The Second Law in Classical vs. Chemical vs. Feinmaniacal Thermodynamics

I had written the bulk of my last post of similar title, The Second Law in Classical vs. Chemical Thermodynamics, a while ago, and wasn't sure whether to do my usual tidying up (sorry, that generally doesn't include editing for word count!) and hit publish, because it seemed a bit tangential.

That heading links to a public Facebook post by Richard "Entropy & Mirrors" Feinman  [even if you're not on FB you should be able to read it, however just in case, I printed to PDF and uploaded to my online drive].  

Before I go on, here is a short video by Feinman from which I've derived his new nickname of Entropy & Mirrors.  If you refer back to my prior post, it should start to become clear just how confusing Feinman's interpretation is here.  

I think that Feinman likes to weave his "relationship" to Richard Feynman in whenever he can.  He even posts to ... as if having the same sounding name (not even the same name!) conveys the stature of one upon the other.   But I digress ...
The point of running a video backwards is to put common sense in complex concepts, but sometimes these exercises backfire.  I saw first saw this video around the time I was reading Haynie's Biological Thermodynamics book and lo and behold, Haynie used the smoke analogy as well:
The direction of spontaneous change in an isothermal system from a non-equilibrium to an equilibrium state is determined by the requirement that the extent of change be a maximum at every point on the reaction pathway. The suggestion that, say, uniformly dispersed smoke particles could somehow move spontaneously from all corners of a room back into a burning cigar seems absurd – except in a videotape run backwards.
The "playing backwards" idea relates to the seeming disconnect between the laws of physics -- which are time agnostic -- and the unidirectional nature of time (it's always moving forward).  Also, intuitively we know that the smoke from the cigar (or the engine) cannot be put back together again and uncombusted.  This is discussed in greater detail in Brian Greene's Fabric of the Cosmos, the most relevant Chapter 6 is available here (free).  What might be an interesting thought process to consider  is boiling water in a pot with a lid.  The steam that comes from the boiling water (increasing entropy in liquid → gas) is easily "put back together again" on the lid to reform liquid water.  If you were to record a glass kettle of boiling water, then watch that in reverse, the only indicator of time would be the direction of the air bubbles in the boiling water and the water droplets condensing back in.  There's nothing strange about vapor returning to water though.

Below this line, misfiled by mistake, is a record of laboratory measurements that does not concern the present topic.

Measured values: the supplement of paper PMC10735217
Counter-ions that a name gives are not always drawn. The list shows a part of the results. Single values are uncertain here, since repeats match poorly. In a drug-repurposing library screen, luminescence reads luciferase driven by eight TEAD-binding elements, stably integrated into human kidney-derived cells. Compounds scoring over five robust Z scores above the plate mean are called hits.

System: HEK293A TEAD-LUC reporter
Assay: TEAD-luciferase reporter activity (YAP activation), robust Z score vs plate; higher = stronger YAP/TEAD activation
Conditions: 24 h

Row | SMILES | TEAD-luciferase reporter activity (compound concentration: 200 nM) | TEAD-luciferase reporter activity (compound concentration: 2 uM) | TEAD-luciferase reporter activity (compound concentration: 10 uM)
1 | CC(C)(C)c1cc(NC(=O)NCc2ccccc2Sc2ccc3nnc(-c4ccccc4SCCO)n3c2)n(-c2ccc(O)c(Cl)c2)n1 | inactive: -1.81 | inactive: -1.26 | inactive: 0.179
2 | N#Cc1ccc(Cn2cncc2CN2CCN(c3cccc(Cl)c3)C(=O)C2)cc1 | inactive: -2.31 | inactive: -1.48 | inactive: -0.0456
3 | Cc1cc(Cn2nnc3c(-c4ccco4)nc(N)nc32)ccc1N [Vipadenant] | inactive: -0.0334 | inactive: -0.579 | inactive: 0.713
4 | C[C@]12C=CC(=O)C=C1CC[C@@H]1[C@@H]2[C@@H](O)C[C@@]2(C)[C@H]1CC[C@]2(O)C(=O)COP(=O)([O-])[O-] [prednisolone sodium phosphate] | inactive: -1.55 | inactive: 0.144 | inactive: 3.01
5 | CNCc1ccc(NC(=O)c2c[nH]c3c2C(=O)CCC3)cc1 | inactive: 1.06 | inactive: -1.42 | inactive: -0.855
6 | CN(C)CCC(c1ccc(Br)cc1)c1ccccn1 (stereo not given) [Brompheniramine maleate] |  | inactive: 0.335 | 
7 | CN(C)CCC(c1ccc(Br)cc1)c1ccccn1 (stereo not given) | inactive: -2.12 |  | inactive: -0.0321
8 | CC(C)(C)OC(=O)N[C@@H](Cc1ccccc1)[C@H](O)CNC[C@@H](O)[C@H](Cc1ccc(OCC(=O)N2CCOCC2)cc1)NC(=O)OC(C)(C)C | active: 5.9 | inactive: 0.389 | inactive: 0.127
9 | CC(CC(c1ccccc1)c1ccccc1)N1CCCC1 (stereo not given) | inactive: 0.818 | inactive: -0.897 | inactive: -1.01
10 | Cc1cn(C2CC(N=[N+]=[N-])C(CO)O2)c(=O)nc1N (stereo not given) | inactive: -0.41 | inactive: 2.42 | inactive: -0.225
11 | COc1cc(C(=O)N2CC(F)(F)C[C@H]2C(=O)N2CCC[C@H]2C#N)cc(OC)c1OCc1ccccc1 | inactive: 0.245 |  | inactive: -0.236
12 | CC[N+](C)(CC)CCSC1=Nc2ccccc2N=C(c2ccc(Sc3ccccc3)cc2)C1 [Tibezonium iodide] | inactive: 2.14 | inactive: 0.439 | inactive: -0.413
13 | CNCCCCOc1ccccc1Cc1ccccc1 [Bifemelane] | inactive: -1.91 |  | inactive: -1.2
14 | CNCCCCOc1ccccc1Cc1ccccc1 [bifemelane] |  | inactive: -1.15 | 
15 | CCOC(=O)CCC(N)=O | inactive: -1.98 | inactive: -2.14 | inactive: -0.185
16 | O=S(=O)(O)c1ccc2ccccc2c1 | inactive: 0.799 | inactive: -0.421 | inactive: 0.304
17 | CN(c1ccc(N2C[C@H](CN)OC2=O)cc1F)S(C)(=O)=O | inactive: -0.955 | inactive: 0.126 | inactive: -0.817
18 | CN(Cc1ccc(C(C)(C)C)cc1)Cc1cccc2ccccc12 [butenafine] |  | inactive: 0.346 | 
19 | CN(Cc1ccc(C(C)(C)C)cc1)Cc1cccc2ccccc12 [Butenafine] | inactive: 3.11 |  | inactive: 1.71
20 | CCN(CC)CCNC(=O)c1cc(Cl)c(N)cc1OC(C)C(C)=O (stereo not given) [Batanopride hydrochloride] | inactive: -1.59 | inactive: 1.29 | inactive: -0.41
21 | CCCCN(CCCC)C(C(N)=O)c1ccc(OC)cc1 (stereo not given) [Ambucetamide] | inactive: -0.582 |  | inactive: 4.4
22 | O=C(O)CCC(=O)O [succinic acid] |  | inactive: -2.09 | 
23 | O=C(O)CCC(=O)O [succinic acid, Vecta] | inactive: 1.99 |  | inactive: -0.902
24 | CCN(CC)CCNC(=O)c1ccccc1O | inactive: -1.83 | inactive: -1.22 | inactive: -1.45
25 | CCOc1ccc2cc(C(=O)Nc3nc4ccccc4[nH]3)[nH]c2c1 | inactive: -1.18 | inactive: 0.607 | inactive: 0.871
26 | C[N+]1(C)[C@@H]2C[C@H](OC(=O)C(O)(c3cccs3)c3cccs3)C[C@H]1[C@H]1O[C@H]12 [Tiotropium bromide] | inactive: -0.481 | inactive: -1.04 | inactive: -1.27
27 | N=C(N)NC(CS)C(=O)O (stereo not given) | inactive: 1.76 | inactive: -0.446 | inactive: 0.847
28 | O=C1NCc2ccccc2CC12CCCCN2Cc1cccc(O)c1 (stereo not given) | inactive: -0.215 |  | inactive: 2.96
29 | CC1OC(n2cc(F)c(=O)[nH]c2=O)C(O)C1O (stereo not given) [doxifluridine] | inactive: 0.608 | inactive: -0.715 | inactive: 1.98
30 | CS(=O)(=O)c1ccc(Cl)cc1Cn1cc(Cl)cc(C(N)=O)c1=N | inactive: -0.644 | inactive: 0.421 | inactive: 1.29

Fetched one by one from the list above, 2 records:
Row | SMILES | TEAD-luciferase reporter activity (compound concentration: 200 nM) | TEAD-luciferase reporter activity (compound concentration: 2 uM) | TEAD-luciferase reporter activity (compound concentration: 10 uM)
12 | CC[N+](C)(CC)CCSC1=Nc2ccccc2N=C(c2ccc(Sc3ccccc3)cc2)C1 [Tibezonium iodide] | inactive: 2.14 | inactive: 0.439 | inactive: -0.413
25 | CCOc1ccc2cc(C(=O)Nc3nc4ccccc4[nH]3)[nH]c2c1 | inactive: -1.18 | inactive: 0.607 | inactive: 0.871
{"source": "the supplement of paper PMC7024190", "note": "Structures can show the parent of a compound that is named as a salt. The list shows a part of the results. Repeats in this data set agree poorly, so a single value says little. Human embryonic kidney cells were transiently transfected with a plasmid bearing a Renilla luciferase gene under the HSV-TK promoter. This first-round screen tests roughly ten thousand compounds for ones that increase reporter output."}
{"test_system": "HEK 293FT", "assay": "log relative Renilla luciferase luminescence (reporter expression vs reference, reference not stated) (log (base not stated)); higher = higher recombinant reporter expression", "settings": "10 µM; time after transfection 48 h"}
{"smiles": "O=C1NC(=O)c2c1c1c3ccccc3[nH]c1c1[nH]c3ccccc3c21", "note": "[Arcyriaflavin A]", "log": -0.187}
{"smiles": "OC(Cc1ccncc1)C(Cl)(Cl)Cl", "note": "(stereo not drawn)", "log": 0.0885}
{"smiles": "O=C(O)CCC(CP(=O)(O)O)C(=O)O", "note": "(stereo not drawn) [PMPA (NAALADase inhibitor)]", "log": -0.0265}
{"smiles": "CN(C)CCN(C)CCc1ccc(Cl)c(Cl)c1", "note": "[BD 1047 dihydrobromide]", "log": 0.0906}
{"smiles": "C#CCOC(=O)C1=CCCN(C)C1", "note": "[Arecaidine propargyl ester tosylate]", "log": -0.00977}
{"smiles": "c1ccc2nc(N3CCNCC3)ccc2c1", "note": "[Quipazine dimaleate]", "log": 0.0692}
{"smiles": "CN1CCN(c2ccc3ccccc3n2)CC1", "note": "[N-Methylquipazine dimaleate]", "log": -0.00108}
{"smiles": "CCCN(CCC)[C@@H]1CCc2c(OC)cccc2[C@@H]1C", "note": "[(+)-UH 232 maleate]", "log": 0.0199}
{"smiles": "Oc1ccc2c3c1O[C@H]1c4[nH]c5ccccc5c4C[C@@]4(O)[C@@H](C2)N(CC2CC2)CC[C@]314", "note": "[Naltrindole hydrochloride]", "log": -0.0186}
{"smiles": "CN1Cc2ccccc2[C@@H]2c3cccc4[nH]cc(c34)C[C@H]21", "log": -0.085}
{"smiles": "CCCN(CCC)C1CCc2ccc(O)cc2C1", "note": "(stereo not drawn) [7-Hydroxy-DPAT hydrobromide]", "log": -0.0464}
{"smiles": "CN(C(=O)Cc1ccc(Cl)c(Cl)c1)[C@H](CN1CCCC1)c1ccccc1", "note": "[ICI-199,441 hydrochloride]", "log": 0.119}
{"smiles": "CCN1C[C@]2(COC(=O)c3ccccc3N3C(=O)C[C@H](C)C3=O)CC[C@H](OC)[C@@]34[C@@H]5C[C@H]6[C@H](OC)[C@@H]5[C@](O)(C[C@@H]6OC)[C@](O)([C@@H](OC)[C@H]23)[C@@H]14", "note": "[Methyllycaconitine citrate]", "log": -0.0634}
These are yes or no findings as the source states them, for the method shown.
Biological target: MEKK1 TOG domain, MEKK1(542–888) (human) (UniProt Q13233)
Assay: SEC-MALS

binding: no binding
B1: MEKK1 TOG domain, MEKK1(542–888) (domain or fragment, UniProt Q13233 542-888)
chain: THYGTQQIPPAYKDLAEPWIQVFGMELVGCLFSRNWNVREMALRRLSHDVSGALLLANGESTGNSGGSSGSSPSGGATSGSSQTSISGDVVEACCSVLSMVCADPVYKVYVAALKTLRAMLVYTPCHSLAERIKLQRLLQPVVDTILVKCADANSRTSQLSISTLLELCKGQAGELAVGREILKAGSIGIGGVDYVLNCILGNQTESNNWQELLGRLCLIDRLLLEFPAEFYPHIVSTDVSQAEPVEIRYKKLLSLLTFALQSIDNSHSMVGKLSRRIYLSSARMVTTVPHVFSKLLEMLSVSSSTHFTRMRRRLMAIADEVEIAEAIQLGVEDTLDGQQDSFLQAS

So here again I turn to Wikipedia for a summary:

And there at the end of the paragraph you have the kicker.  On a regular basis, the First Law is erroneously dismissed on the basis of the human body being an open system -- and yet, that is the whole point of "Calories In - Calories Out" and the real utility of the "black box" in analyzing open systems.    And yet, the Second Law is specifically limited to isolated systems -- no inputs or exchanges.  This +ΔS is NOT what individually drives chemical reactions (though it can) in any system (open, closed or isolated), and it is NOT a requirement of the reaction to occur or be considered irreversible from a practical standpoint (see my last post, combustion of methane has a slight -ΔS)

Blame the Revolution!